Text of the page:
So where then does the 512-bit internal memory interface fit in the picture? This is none other than ATI's new Ring Bus memory architecture, arguably one of the more radical features in the Radeon series and in graphics memory architecture in a while. In your typical memory architecture, a centralized memory controller handles all the requests for read/writes between the memory modules and a number of memory clients. These clients are all connected in some way or another to the controller. Again, scalability becomes an issue as GPUs get faster and wider, demanding an ever-increasing number of clients that must be connected to the controller to service the needs of these speedy GPUs. As the design gets denser and denser, complexity becomes the stumbling block to scale the speed of the GPU as well as the physical routing of these pathways between the memory controller and these clients. To overcome this issue and a vital design element that made the highly clocked Radeon X1800 and X1600 series a reality, ATI has adopted a Ring Bus architecture to solve it all. Take special note that this ring bus architecture does not extend to the Radeon X1300 series as its specifications do not necessitate a need for it and it saves costs for ATI's new low-end GPU. The Radeon X1600 GPU on the other hand, uses the Ring Bus architecture, but at 256 bits wide, it has half the bandwidth of the X1800 GPU.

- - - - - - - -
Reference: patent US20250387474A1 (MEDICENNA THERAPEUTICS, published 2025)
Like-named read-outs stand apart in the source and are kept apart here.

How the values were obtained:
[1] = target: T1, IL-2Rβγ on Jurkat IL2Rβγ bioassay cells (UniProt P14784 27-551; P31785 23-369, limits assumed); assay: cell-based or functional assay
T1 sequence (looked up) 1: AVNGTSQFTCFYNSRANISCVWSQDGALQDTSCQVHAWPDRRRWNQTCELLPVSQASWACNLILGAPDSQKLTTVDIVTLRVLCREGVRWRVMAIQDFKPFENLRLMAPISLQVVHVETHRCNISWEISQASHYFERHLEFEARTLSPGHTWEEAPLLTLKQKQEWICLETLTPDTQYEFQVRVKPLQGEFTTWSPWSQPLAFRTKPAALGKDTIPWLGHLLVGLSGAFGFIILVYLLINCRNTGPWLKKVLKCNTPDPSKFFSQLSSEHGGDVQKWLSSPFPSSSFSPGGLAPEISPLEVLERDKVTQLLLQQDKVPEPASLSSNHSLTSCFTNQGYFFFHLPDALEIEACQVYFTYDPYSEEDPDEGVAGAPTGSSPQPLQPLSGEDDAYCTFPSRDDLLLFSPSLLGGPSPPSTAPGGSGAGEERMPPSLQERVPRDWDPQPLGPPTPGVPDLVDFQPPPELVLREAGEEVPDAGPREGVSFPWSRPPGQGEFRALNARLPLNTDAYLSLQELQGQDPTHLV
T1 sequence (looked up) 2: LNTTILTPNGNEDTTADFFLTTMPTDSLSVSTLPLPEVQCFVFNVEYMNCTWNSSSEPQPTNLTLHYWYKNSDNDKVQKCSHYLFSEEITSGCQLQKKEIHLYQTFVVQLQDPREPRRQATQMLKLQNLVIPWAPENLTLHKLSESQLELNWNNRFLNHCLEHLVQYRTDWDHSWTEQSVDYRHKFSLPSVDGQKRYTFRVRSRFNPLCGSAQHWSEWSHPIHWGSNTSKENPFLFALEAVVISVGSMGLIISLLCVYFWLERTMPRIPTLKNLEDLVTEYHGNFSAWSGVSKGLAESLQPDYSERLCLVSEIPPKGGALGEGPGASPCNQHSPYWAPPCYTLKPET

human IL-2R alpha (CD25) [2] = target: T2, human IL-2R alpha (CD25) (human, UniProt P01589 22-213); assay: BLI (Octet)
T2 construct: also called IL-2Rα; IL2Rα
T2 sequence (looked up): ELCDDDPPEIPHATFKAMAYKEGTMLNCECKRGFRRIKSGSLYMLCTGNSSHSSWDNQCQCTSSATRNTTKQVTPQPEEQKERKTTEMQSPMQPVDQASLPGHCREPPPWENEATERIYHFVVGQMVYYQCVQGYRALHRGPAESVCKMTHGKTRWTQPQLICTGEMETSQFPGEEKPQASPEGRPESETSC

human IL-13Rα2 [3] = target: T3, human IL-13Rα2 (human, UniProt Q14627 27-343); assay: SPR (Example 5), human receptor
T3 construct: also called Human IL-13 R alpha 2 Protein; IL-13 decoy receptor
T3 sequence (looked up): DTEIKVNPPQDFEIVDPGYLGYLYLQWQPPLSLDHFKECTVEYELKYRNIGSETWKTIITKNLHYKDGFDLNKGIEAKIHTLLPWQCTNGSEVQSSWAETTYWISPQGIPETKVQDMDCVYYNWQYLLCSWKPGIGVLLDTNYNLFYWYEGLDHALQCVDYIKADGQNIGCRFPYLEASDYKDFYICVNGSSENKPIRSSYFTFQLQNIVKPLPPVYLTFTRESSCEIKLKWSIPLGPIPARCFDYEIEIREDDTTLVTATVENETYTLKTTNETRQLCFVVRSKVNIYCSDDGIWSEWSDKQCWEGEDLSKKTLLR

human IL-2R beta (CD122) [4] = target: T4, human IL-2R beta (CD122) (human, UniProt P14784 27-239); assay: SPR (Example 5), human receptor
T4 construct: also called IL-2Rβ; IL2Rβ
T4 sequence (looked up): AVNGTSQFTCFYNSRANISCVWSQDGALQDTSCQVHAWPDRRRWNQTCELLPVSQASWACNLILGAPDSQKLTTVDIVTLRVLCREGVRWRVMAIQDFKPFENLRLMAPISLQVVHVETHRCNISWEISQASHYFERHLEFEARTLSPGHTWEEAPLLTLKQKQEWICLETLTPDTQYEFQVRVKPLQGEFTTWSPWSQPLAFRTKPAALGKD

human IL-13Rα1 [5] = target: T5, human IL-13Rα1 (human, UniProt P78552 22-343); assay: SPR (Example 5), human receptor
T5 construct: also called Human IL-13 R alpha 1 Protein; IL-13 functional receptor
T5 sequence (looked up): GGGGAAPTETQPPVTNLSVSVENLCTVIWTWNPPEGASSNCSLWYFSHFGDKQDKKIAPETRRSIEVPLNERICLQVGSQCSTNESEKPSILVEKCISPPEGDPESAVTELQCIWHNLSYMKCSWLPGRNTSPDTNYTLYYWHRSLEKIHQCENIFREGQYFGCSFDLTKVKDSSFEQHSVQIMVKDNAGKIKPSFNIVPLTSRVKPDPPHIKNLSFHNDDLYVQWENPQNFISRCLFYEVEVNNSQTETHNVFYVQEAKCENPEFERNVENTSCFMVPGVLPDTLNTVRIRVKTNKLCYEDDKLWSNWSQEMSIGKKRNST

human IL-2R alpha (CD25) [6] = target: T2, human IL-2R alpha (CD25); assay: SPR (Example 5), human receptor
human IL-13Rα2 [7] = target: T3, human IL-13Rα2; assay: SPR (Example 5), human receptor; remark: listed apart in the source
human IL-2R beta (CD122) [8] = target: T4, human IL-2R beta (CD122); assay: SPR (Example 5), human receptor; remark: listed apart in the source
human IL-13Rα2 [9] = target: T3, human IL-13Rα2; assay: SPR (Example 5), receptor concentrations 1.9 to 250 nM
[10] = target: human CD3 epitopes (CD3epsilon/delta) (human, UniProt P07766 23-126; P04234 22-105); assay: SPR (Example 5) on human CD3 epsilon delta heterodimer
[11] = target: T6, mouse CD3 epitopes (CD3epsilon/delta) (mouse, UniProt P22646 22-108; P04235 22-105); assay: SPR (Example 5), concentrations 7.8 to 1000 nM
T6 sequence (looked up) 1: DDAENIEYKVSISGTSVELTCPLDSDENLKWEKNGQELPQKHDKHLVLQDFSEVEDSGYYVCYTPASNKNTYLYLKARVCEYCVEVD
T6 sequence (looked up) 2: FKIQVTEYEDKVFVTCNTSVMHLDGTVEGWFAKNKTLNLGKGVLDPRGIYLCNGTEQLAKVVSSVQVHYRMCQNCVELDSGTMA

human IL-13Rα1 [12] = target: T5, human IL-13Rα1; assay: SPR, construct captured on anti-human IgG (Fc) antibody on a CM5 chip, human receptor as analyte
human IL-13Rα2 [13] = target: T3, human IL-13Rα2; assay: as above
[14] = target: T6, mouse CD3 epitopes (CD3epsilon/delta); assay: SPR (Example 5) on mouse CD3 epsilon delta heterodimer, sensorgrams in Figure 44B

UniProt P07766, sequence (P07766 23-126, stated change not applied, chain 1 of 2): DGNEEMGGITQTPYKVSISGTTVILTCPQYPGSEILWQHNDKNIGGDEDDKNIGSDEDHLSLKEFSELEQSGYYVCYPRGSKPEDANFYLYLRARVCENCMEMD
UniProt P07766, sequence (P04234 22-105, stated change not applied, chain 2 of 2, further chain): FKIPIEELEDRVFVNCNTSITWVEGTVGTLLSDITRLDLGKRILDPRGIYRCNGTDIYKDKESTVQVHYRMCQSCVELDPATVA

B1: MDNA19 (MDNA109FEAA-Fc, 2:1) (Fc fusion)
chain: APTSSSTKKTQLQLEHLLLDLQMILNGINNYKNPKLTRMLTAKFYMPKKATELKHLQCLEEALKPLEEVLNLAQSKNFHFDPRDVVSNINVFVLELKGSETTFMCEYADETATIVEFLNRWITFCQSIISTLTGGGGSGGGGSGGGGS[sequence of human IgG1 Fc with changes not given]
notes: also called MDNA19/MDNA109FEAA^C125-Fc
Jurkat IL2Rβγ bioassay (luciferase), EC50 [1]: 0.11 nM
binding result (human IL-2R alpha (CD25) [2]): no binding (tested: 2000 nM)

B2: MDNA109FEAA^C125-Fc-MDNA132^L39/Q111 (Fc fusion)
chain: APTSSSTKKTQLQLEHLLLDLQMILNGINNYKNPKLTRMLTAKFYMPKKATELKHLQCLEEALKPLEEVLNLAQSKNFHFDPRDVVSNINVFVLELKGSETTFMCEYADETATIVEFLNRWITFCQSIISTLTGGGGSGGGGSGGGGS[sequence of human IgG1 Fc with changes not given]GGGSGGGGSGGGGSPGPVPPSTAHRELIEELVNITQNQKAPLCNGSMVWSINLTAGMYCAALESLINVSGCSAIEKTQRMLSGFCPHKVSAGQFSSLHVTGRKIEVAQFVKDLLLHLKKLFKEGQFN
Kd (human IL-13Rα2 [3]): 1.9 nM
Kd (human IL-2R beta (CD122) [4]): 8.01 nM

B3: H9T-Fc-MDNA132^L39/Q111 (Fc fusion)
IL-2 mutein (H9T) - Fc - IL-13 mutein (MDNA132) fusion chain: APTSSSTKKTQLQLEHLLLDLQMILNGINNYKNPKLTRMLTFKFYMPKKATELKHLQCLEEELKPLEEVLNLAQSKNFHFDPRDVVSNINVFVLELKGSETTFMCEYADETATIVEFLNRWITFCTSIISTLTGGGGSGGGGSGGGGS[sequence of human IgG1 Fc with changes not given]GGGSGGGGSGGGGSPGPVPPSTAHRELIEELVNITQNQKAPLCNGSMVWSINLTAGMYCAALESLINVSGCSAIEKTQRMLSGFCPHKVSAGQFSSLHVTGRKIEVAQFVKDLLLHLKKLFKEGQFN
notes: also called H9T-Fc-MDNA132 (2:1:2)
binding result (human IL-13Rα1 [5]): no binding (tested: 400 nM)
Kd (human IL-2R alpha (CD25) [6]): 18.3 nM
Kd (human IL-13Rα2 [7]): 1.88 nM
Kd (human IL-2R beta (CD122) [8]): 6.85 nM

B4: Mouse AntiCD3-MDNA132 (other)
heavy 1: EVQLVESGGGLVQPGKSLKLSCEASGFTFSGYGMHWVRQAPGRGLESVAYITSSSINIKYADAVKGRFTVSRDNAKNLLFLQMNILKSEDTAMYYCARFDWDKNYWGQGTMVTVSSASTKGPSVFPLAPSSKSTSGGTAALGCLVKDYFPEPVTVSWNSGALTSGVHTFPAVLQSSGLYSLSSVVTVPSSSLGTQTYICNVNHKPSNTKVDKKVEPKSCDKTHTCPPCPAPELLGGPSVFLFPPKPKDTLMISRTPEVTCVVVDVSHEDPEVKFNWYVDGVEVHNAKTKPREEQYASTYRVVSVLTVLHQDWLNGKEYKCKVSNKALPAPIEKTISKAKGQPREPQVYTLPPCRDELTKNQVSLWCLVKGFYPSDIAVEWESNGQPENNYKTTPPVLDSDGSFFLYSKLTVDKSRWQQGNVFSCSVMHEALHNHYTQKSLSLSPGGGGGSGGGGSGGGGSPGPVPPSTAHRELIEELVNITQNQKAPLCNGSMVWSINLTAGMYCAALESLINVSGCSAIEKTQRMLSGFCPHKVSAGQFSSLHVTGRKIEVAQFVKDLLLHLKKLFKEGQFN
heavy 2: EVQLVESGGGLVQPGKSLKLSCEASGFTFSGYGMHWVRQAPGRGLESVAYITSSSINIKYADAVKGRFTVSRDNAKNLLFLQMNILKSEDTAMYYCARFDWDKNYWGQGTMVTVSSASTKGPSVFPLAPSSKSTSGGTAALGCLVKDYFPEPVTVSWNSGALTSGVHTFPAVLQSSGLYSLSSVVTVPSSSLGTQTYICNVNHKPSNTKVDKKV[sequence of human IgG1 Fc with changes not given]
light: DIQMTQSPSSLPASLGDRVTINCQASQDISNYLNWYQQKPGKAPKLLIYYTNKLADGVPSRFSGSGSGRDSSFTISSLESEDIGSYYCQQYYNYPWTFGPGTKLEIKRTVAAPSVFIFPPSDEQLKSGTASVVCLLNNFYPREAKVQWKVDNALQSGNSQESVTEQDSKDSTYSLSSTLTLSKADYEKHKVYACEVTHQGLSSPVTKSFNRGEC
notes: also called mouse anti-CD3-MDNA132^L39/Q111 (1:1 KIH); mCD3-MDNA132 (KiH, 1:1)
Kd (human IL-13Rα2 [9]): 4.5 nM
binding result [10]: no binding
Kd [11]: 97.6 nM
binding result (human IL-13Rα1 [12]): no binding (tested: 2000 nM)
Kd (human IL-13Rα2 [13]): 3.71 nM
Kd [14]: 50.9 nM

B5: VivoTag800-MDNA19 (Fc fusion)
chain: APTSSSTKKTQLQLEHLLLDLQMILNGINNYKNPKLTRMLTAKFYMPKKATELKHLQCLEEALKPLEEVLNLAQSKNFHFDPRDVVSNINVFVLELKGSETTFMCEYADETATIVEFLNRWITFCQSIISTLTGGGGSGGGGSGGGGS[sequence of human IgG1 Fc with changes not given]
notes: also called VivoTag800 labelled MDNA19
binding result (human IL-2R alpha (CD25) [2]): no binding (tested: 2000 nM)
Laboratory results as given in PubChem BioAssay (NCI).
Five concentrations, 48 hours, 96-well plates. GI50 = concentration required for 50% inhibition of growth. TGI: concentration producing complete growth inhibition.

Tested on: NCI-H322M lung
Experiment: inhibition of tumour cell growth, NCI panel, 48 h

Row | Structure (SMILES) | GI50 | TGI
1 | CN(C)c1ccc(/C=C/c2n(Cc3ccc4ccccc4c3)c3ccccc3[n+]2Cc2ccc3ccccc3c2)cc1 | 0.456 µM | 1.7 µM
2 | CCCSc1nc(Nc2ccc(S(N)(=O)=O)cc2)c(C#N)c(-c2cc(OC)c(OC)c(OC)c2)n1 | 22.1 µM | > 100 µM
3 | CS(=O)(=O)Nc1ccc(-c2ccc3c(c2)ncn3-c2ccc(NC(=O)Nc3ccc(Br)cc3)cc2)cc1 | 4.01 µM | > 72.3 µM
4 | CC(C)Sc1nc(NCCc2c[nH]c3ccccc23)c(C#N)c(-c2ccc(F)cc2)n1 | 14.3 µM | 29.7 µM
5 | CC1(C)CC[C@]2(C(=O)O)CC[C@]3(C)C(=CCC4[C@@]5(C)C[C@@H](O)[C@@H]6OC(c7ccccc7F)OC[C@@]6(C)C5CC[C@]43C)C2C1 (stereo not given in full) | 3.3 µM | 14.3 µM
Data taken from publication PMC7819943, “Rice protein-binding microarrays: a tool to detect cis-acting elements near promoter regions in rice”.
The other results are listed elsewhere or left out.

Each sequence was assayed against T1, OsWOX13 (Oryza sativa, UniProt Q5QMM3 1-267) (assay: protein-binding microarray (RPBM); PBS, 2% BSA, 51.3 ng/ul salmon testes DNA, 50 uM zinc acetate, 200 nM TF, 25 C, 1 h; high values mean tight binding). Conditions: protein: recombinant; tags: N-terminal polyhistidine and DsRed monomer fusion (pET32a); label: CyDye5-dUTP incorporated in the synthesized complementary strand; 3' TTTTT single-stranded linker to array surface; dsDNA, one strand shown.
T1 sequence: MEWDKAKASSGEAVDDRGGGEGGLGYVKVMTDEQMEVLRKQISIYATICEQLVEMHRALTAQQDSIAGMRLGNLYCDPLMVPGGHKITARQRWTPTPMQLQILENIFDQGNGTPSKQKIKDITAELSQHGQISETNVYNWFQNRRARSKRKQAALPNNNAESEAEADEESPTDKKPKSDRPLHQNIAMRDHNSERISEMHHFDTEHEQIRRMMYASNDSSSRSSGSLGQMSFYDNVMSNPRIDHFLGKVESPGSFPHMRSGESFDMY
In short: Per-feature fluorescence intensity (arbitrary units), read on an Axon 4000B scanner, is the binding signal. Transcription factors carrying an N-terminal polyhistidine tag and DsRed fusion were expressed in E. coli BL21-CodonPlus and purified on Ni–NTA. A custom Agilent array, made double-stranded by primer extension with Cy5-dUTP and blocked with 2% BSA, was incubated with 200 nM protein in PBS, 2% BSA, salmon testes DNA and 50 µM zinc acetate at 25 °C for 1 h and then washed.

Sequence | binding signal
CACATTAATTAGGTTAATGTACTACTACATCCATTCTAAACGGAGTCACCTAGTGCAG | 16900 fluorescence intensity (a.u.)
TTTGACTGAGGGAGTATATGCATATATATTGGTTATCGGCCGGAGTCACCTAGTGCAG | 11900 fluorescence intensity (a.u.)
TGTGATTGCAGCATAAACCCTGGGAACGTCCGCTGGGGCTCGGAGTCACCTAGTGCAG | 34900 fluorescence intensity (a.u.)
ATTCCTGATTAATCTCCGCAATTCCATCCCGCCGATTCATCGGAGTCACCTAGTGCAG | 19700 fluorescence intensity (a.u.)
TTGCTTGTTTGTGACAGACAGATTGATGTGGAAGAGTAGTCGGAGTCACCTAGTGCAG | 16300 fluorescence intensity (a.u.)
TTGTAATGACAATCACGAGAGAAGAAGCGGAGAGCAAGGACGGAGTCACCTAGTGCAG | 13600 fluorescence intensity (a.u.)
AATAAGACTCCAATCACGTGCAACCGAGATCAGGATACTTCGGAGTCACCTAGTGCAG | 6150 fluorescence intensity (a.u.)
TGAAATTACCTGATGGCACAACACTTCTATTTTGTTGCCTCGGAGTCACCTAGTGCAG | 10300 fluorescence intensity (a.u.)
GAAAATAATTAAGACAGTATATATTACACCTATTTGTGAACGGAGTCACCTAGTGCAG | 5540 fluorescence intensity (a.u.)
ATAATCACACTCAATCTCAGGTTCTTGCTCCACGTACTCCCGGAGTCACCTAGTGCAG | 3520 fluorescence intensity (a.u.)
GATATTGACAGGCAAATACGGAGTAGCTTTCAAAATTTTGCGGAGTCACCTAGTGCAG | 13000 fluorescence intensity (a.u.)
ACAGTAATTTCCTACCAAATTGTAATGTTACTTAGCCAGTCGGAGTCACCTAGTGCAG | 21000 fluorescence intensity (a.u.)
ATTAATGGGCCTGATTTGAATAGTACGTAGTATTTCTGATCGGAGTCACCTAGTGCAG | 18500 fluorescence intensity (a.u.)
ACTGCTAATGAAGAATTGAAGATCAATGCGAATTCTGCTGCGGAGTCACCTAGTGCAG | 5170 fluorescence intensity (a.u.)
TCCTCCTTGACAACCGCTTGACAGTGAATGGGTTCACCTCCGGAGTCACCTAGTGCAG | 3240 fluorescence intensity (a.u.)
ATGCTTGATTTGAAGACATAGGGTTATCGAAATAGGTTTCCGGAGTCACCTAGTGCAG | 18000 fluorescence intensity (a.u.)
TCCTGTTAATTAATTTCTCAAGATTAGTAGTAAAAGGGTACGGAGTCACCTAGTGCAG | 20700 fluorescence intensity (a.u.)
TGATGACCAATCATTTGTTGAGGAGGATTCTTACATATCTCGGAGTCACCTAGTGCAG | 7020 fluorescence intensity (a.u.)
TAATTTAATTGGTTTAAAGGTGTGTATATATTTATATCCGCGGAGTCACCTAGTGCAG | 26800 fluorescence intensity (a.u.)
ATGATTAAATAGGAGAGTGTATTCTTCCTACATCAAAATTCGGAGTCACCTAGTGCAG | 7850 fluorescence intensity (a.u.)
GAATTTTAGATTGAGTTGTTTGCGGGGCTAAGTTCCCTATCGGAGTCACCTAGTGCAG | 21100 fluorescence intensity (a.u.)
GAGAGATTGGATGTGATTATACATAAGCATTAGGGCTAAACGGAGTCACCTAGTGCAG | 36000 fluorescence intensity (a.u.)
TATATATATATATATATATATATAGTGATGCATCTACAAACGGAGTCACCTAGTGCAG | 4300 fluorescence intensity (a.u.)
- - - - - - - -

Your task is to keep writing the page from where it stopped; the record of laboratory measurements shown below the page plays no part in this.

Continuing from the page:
The new Ring Bus architecture found on the Radeon X1800 and X1600 series; representation here is of the Radeon X1800 GPU.

As per the illustration, we'll be focusing on the Radeon X1800 GPU variant to explain this segment. The memory controller is still at the heart of the GPU, but it is now complemented with a 512-bit ring bus that's configured in a pair of 256-bit wide rings that operate in opposing direction flows. To simplify routing issues, the rings are all neatly arranged along the outer edge of the chip. While traditional memory architectures take the same route to read/write data on the memory devices (memory clients --> memory controller --> memory devices and vice versa), the new ATI memory architecture maintains this path for memory writes and read requests, but offloads requested data to the ring bus where it will travel between the ring stops until it is accessed by the memory clients (quite similar to how the Token Bus Ring LAN architecture works). The Radeon X1600 GPU is not much different with the exception of its 256-bit ring bus configured in dual 128-bit wide rings.

A typical memory read sequence on the Radeon X1800 GPU as highlighted in red.

ATI also says that the arbitration logic for the memory controller is highly programmable, meaning that it can be tuned for optimized performance for a particular application through the Catalyst A.I feature. Finally, the memory controller is also designed to handle newer, upcoming DDR memory technologies like GDDR4 and if this is true (well, nobody can actually verify this yet), ATI and can easily adopt this new standard for high-end graphics cards based on this same memory controller architecture when such graphics memory module are in mass production.

Overall, the new ring bus architecture working in conjunction with the tried and tested memory controller approach is a more extensible design that has greater throughput and frequency scaling overhead than previous memory architectures and should serve ATI well for the near future. Already, the Radeon X1800 XT is a testament to the design enhancements with core and memory clock speeds that have never been attained on other cards previously. It is also a vital for ATI because its top Radeon X1800 XT only has 16 pixel shader pipelines versus 24 of them on its direct competitor, hence it requires the processing frequency and memory throughput advantage to match or exceed the performance of the GeForce 7 series.